New Research Undermines ‘Killer Walrus’ Theory

An artistic rendering features the head of ancient walrus species Pelagiarctos thomasi. New tooth enamel research suggests the species wouldn't have been able to handle marine mammal flesh and its thick bones. Photo by Robert Boessenecker/University of Otago

DUNEDIN, New Zealand, May 9 (UPI) — Previous studies have suggested the species¬†Pelagiarctos thomasi once hunted and ate marine mammals — dubbing it the “killer walrus.” New analysis of the ancient walrus’s teeth, however, offer no indication of such behavior.

“We found it has an enamel layer reasonably similar to that of modern New Zealand fur seals and sea lions, which are fish and squid eaters,” Caroline Loch, a researcher with the University of Otago in New Zealand, said in a news release.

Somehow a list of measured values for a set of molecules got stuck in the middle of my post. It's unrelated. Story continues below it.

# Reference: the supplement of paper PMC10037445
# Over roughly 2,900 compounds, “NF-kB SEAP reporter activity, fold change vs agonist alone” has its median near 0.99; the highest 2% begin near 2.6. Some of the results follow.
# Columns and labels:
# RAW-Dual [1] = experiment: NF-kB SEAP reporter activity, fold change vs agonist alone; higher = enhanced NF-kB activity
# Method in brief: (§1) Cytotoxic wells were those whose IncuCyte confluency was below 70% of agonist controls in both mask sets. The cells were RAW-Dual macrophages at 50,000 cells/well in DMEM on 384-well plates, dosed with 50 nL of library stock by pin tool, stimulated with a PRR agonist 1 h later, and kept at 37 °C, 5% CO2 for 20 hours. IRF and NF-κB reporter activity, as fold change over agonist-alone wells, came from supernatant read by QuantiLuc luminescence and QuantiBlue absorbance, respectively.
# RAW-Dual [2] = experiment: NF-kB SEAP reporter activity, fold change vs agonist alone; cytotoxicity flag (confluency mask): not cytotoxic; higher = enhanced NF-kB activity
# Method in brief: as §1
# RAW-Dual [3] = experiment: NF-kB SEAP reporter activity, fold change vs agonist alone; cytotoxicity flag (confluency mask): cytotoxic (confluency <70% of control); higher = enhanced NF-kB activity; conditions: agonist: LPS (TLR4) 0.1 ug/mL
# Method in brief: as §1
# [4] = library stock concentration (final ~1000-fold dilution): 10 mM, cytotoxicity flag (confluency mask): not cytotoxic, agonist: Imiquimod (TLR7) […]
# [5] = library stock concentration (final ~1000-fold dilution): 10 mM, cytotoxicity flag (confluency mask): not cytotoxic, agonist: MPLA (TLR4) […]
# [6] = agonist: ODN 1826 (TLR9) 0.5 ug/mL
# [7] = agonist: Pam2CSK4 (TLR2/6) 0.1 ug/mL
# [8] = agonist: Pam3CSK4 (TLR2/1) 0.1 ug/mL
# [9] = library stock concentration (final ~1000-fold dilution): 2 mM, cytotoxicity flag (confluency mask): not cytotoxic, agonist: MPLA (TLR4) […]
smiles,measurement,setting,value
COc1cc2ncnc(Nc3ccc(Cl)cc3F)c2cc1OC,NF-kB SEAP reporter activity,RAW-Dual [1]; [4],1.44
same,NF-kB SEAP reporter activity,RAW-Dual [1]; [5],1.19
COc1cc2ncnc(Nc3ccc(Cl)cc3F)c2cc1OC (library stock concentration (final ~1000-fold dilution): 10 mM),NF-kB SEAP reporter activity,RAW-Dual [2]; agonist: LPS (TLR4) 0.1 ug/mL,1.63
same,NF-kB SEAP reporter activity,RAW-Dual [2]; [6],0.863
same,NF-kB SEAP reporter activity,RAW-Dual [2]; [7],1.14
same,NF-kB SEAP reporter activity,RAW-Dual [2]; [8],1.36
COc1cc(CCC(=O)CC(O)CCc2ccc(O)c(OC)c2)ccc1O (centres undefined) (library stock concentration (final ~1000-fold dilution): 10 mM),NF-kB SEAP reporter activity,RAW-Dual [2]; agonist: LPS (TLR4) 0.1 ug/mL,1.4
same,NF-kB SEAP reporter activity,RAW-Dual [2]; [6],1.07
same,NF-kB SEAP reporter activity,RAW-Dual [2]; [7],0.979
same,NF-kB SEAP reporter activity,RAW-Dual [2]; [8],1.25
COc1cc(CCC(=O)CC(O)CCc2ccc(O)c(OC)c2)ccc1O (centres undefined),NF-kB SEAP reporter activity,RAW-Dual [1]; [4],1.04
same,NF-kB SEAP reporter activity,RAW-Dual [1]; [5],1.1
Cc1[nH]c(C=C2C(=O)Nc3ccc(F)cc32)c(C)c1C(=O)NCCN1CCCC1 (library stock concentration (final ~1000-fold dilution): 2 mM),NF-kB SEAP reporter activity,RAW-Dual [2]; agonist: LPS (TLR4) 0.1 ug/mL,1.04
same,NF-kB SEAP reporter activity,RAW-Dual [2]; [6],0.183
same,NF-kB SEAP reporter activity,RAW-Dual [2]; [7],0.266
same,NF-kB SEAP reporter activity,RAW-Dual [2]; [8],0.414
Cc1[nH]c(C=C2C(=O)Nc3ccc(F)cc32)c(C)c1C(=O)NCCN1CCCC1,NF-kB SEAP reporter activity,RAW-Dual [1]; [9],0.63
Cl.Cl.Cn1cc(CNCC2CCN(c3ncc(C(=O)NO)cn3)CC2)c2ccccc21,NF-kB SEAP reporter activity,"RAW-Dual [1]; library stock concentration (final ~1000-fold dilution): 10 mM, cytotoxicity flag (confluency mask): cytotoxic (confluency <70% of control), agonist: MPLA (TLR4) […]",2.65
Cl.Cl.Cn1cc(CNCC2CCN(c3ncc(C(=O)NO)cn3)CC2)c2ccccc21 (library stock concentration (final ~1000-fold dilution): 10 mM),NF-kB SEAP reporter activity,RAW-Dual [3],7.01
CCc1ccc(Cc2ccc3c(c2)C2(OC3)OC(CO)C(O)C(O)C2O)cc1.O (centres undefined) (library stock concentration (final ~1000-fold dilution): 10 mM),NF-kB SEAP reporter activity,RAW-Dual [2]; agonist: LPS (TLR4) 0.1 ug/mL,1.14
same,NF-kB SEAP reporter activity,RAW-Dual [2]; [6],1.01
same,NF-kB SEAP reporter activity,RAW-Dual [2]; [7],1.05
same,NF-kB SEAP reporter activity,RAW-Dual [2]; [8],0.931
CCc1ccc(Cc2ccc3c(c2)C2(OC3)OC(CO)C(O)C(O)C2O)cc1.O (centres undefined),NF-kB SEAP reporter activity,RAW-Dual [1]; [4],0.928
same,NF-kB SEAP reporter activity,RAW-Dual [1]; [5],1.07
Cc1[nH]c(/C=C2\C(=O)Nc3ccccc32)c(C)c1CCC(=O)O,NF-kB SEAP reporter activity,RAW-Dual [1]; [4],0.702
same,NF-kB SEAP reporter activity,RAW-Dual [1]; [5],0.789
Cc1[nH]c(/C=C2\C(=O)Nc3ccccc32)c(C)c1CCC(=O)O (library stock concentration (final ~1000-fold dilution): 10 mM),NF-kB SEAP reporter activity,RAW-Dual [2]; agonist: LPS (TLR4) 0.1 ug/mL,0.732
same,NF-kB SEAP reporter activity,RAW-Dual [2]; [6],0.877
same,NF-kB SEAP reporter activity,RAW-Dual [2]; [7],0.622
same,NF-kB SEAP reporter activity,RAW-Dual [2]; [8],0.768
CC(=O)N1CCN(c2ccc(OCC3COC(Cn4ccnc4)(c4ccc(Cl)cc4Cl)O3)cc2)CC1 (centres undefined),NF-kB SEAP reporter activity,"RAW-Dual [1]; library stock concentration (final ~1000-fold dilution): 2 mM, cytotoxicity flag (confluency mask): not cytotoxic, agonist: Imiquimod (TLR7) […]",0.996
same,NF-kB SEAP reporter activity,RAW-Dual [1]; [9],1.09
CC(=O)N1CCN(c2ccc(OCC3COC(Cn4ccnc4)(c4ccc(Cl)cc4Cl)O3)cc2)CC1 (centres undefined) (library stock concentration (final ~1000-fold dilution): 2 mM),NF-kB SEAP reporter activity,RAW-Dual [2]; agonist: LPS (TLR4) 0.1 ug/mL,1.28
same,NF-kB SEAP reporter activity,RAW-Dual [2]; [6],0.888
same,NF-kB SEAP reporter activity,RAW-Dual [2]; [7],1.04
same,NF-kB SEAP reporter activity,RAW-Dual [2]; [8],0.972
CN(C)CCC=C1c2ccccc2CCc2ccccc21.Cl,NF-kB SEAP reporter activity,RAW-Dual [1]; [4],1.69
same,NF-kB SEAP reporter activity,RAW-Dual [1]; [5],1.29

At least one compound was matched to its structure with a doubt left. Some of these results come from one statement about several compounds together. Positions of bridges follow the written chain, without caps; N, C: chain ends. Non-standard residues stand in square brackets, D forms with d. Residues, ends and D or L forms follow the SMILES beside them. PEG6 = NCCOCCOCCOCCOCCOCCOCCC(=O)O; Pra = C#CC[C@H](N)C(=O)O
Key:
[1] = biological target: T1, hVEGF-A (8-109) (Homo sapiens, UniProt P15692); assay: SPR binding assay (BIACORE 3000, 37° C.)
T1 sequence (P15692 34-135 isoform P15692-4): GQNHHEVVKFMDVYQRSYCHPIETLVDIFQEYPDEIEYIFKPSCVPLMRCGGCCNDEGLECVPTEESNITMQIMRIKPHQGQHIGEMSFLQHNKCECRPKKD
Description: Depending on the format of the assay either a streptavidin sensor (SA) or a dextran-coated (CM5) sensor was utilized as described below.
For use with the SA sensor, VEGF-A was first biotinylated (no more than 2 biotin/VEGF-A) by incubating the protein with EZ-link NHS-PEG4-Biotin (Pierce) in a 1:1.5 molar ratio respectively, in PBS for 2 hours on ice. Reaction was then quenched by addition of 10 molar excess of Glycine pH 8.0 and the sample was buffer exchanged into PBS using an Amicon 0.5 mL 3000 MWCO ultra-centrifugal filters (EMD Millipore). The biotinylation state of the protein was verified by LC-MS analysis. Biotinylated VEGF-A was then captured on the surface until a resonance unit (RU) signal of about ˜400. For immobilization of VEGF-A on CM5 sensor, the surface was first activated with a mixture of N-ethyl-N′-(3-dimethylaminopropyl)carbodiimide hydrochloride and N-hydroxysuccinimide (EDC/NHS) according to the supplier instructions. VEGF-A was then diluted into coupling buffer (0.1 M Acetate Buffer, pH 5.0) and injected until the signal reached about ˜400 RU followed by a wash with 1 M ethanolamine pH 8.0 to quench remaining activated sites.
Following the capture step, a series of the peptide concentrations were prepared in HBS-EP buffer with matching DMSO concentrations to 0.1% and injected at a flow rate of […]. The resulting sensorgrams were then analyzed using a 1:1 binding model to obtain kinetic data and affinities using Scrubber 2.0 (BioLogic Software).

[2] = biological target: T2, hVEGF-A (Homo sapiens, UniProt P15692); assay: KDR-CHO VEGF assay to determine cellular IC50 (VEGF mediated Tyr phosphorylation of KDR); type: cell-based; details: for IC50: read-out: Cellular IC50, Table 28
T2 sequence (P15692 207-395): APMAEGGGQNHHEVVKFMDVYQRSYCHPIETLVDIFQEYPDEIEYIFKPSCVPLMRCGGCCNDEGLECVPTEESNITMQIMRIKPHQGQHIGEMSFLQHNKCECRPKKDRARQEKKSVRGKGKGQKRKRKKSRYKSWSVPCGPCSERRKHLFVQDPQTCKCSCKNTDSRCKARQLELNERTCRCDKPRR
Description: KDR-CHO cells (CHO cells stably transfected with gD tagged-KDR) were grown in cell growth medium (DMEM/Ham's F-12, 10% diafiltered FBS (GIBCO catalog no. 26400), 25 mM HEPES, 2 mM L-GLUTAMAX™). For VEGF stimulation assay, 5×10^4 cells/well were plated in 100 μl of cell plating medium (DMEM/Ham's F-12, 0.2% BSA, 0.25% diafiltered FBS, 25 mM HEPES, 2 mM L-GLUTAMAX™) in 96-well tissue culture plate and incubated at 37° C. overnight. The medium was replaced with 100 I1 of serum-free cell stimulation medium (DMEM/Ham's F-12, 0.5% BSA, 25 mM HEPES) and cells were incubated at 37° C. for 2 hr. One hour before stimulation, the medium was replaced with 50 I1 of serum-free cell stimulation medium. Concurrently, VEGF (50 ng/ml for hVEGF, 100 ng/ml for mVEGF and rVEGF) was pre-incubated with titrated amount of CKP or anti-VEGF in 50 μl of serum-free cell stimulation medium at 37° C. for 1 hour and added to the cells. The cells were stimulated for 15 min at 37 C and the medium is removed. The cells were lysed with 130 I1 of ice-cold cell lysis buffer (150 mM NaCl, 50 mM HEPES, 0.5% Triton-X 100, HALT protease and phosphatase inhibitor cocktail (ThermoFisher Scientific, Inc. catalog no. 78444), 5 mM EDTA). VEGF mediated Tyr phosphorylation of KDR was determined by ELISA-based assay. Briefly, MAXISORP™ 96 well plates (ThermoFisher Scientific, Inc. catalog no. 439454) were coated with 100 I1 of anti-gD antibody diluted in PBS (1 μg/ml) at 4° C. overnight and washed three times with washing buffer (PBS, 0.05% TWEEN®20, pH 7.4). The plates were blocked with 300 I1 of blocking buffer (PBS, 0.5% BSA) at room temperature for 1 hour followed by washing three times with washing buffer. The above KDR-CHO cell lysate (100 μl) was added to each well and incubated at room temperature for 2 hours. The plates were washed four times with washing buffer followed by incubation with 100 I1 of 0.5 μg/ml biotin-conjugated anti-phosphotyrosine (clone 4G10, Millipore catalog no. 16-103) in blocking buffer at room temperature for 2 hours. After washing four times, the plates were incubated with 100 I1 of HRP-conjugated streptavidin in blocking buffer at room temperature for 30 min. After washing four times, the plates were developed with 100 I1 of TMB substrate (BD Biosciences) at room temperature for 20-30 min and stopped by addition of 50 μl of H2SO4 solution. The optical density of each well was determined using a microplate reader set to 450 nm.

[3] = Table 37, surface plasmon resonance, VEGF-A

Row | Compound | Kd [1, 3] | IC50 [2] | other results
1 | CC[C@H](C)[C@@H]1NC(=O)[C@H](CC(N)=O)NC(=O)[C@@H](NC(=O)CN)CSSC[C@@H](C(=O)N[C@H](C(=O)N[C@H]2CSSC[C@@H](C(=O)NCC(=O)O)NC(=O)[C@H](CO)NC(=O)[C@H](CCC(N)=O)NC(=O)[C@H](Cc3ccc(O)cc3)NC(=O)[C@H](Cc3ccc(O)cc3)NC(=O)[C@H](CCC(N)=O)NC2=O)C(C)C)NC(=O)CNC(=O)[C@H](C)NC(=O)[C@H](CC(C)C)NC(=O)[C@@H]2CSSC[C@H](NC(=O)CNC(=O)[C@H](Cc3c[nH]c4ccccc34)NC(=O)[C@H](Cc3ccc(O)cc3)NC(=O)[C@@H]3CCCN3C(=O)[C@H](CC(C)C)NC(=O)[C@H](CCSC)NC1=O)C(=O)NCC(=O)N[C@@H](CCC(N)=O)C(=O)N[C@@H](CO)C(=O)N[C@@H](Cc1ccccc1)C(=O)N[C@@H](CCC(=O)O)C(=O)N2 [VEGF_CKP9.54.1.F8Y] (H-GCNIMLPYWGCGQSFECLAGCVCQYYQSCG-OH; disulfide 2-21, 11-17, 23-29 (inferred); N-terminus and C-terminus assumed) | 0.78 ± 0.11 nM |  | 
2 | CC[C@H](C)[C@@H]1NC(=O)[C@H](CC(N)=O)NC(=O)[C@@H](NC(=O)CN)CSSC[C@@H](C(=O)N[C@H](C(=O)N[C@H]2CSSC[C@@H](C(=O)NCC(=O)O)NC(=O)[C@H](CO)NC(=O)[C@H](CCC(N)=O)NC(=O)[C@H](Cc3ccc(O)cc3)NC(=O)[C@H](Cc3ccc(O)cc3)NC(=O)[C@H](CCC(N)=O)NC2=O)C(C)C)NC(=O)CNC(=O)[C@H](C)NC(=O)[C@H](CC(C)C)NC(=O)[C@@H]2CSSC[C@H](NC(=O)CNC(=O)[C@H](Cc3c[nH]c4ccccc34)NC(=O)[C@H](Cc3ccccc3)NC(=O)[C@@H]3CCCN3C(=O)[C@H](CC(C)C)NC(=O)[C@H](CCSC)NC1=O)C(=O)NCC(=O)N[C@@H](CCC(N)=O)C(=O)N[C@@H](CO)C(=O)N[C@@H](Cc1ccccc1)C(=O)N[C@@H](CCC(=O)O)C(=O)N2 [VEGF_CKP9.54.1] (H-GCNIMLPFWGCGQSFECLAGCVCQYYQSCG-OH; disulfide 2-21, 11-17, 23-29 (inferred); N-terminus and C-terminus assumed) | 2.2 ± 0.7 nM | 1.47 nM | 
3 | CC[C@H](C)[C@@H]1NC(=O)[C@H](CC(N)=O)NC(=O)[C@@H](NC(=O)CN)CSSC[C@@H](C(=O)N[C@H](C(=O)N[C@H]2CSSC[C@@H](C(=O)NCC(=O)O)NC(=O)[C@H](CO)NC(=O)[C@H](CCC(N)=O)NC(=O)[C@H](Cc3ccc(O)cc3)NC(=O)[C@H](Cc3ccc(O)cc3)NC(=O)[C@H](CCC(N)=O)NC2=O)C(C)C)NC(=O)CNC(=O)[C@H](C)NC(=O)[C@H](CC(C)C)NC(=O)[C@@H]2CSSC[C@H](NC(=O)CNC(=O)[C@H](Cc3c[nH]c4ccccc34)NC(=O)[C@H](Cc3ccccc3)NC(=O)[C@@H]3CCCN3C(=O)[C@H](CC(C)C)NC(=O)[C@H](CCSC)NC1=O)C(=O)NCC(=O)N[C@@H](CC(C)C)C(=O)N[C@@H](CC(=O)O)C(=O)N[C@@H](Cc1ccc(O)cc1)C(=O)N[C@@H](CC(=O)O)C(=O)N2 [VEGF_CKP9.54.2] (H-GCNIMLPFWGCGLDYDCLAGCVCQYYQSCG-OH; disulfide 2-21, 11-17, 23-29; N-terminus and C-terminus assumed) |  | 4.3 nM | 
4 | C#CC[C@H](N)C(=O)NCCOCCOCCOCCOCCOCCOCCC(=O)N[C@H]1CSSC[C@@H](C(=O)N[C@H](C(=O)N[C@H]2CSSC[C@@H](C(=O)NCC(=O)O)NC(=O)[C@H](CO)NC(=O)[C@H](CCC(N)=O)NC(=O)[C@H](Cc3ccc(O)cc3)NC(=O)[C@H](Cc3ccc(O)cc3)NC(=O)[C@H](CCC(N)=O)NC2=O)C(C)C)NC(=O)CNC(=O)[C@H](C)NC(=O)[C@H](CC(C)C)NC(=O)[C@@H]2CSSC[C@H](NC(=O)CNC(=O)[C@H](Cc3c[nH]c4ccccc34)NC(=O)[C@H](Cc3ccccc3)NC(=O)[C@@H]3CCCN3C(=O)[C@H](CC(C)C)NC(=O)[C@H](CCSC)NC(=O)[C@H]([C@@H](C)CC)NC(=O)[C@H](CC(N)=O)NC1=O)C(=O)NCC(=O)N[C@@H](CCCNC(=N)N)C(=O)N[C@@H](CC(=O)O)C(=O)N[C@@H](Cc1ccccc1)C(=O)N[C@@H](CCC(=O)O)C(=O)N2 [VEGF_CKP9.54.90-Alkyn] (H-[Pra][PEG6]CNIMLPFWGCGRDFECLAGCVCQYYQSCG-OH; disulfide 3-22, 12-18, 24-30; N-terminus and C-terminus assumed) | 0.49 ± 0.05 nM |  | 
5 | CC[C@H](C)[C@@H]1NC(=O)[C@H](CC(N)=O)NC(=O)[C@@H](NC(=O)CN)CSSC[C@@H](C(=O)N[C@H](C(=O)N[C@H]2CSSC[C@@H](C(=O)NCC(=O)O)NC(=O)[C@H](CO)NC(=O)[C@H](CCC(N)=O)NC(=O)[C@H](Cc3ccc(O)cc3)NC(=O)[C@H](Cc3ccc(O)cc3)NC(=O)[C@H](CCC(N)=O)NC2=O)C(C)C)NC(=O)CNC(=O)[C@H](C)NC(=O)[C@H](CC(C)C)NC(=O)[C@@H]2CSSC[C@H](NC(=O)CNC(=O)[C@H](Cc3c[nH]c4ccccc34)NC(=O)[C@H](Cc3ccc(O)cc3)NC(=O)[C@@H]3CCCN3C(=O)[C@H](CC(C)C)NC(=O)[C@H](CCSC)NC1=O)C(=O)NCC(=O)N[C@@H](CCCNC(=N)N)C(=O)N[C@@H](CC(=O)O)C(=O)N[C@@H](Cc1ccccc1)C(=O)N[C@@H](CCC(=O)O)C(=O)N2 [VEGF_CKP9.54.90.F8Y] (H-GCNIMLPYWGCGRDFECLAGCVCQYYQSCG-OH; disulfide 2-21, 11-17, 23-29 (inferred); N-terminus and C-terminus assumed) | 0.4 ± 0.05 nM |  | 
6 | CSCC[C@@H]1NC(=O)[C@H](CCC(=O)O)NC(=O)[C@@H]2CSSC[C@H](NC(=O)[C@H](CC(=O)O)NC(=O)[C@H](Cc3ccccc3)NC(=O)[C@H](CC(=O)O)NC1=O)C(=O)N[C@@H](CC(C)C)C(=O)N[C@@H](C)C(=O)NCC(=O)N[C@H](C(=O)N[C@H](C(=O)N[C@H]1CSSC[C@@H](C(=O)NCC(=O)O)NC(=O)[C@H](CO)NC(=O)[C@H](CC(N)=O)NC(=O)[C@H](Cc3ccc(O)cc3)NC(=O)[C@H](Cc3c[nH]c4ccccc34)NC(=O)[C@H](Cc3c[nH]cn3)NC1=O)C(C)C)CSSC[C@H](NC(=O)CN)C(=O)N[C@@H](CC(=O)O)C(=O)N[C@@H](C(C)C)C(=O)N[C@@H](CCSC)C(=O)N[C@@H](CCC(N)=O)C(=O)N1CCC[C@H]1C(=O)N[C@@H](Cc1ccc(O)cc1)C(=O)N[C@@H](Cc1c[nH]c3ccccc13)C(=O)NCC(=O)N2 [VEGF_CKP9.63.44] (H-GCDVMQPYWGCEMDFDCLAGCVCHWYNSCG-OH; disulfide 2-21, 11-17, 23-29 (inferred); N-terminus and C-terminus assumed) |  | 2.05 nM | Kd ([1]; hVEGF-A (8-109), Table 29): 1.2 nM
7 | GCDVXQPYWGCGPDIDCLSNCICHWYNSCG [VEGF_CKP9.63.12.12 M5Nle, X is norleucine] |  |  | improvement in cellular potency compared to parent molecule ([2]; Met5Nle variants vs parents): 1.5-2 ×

Loch and her colleagues compared the fossilized teeth of Pelagiarctos thomasi, recovered in California, to the teeth of modern fur seals and sea lions using scanning electron microscopy. The results revealed a similar enamel structure — one suited for a generalist, not a mammal-hunter.

Researchers say the ancient walrus’s teeth would have cracked trying to crush through mammal bones. Instead, its teeth were likely used to eat fish.

Loch serves on the dentistry faculty as a researcher fellow at Ortago’s Sir John Walsh Research Institute.

“Features and structures of the enamel layer have long been associated with differences in diet and tooth usage among animals, and can also help in the understanding the relationships among fossil and living species,” Loch said. “Teeth are not only the focus of modern dentistry, but also valuable tools for biologists, archaeologists and paleontologists.”

The new research was published in the journal The Science of Nature.

STORIES OF INTEREST
Study identifies common sweetener as a marker for weight gain

LEAVE A REPLY